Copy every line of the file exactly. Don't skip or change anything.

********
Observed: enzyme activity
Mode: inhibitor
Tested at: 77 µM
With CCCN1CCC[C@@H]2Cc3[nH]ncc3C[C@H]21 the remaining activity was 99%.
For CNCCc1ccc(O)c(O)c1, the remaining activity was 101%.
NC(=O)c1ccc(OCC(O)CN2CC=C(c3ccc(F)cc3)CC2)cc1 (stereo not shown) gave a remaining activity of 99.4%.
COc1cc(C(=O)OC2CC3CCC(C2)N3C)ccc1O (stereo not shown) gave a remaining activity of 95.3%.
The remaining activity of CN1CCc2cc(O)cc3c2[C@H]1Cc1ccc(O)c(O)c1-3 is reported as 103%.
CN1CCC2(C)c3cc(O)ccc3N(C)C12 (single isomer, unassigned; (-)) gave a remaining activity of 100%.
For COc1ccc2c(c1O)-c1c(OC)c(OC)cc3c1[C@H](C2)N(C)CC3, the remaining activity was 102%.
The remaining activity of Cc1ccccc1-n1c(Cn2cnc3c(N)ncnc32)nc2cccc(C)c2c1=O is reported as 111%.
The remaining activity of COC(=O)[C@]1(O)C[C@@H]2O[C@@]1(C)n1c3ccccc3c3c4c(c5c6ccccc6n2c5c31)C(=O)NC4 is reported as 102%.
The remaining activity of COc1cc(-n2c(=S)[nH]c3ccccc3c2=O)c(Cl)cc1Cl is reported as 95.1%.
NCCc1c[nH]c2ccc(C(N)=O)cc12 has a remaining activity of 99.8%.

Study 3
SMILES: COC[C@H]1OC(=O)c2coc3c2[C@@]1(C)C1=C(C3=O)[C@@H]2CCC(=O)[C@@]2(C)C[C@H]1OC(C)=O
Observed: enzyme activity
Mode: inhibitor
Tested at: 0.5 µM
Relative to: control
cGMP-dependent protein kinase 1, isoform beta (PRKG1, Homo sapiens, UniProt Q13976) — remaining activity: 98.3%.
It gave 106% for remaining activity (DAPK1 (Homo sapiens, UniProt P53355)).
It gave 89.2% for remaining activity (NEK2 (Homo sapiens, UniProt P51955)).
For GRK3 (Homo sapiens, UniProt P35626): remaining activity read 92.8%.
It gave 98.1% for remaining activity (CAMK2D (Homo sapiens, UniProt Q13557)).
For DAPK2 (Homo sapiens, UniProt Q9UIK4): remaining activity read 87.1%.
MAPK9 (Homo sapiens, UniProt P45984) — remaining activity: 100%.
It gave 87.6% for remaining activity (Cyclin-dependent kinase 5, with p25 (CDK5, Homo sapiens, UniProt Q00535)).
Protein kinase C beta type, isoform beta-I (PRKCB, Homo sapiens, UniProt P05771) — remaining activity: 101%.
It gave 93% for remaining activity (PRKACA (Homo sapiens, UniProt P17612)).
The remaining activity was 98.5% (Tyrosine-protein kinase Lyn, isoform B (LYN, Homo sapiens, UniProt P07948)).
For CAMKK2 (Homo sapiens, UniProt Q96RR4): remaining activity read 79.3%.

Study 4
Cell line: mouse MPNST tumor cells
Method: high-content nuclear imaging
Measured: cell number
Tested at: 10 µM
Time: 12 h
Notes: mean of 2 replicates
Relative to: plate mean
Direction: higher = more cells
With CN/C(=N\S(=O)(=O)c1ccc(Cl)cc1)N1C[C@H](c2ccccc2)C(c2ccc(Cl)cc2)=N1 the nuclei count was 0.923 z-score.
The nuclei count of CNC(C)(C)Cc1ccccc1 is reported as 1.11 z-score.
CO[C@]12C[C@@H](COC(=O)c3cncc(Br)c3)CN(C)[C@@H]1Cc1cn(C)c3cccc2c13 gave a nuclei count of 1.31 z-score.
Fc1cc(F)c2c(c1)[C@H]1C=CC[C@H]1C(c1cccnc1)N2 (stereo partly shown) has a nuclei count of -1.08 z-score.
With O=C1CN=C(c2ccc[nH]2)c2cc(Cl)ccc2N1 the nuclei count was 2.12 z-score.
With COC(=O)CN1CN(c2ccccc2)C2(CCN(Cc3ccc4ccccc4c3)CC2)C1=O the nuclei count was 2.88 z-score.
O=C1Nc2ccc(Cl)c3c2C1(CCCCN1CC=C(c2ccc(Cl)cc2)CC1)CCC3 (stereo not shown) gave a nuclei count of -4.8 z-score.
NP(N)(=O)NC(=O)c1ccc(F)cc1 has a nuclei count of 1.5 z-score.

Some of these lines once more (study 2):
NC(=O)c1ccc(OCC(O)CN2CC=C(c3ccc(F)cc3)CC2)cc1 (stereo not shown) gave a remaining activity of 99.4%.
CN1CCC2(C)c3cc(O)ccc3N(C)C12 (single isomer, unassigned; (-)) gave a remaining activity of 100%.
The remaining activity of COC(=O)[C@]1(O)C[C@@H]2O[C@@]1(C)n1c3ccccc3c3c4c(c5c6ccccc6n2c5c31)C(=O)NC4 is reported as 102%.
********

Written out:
Observed: enzyme activity
Mode: inhibitor
Tested at: 77 µM
With CCCN1CCC[C@@H]2Cc3[nH]ncc3C[C@H]21 the remaining activity was 99%.
For CNCCc1ccc(O)c(O)c1, the remaining activity was 101%.
NC(=O)c1ccc(OCC(O)CN2CC=C(c3ccc(F)cc3)CC2)cc1 (stereo not shown) gave a remaining activity of 99.4%.
COc1cc(C(=O)OC2CC3CCC(C2)N3C)ccc1O (stereo not shown) gave a remaining activity of 95.3%.
The remaining activity of CN1CCc2cc(O)cc3c2[C@H]1Cc1ccc(O)c(O)c1-3 is reported as 103%.
CN1CCC2(C)c3cc(O)ccc3N(C)C12 (single isomer, unassigned; (-)) gave a remaining activity of 100%.
For COc1ccc2c(c1O)-c1c(OC)c(OC)cc3c1[C@H](C2)N(C)CC3, the remaining activity was 102%.
The remaining activity of Cc1ccccc1-n1c(Cn2cnc3c(N)ncnc32)nc2cccc(C)c2c1=O is reported as 111%.
The remaining activity of COC(=O)[C@]1(O)C[C@@H]2O[C@@]1(C)n1c3ccccc3c3c4c(c5c6ccccc6n2c5c31)C(=O)NC4 is reported as 102%.
The remaining activity of COc1cc(-n2c(=S)[nH]c3ccccc3c2=O)c(Cl)cc1Cl is reported as 95.1%.
NCCc1c[nH]c2ccc(C(N)=O)cc12 has a remaining activity of 99.8%.

Study 3
SMILES: COC[C@H]1OC(=O)c2coc3c2[C@@]1(C)C1=C(C3=O)[C@@H]2CCC(=O)[C@@]2(C)C[C@H]1OC(C)=O
Observed: enzyme activity
Mode: inhibitor
Tested at: 0.5 µM
Relative to: control
cGMP-dependent protein kinase 1, isoform beta (PRKG1, Homo sapiens, UniProt Q13976) — remaining activity: 98.3%.
It gave 106% for remaining activity (DAPK1 (Homo sapiens, UniProt P53355)).
It gave 89.2% for remaining activity (NEK2 (Homo sapiens, UniProt P51955)).
For GRK3 (Homo sapiens, UniProt P35626): remaining activity read 92.8%.
It gave 98.1% for remaining activity (CAMK2D (Homo sapiens, UniProt Q13557)).
For DAPK2 (Homo sapiens, UniProt Q9UIK4): remaining activity read 87.1%.
MAPK9 (Homo sapiens, UniProt P45984) — remaining activity: 100%.
It gave 87.6% for remaining activity (Cyclin-dependent kinase 5, with p25 (CDK5, Homo sapiens, UniProt Q00535)).
Protein kinase C beta type, isoform beta-I (PRKCB, Homo sapiens, UniProt P05771) — remaining activity: 101%.
It gave 93% for remaining activity (PRKACA (Homo sapiens, UniProt P17612)).
The remaining activity was 98.5% (Tyrosine-protein kinase Lyn, isoform B (LYN, Homo sapiens, UniProt P07948)).
For CAMKK2 (Homo sapiens, UniProt Q96RR4): remaining activity read 79.3%.

Study 4
Cell line: mouse MPNST tumor cells
Method: high-content nuclear imaging
Measured: cell number
Tested at: 10 µM
Time: 12 h
Notes: mean of 2 replicates
Relative to: plate mean
Direction: higher = more cells
With CN/C(=N\S(=O)(=O)c1ccc(Cl)cc1)N1C[C@H](c2ccccc2)C(c2ccc(Cl)cc2)=N1 the nuclei count was 0.923 z-score.
The nuclei count of CNC(C)(C)Cc1ccccc1 is reported as 1.11 z-score.
CO[C@]12C[C@@H](COC(=O)c3cncc(Br)c3)CN(C)[C@@H]1Cc1cn(C)c3cccc2c13 gave a nuclei count of 1.31 z-score.
Fc1cc(F)c2c(c1)[C@H]1C=CC[C@H]1C(c1cccnc1)N2 (stereo partly shown) has a nuclei count of -1.08 z-score.
With O=C1CN=C(c2ccc[nH]2)c2cc(Cl)ccc2N1 the nuclei count was 2.12 z-score.
With COC(=O)CN1CN(c2ccccc2)C2(CCN(Cc3ccc4ccccc4c3)CC2)C1=O the nuclei count was 2.88 z-score.
O=C1Nc2ccc(Cl)c3c2C1(CCCCN1CC=C(c2ccc(Cl)cc2)CC1)CCC3 (stereo not shown) gave a nuclei count of -4.8 z-score.
NP(N)(=O)NC(=O)c1ccc(F)cc1 has a nuclei count of 1.5 z-score.

Some of these lines once more (study 2):
NC(=O)c1ccc(OCC(O)CN2CC=C(c3ccc(F)cc3)CC2)cc1 (stereo not shown) gave a remaining activity of 99.4%.
CN1CCC2(C)c3cc(O)ccc3N(C)C12 (single isomer, unassigned; (-)) gave a remaining activity of 100%.
The remaining activity of COC(=O)[C@]1(O)C[C@@H]2O[C@@]1(C)n1c3ccccc3c3c4c(c5c6ccccc6n2c5c31)C(=O)NC4 is reported as 102%.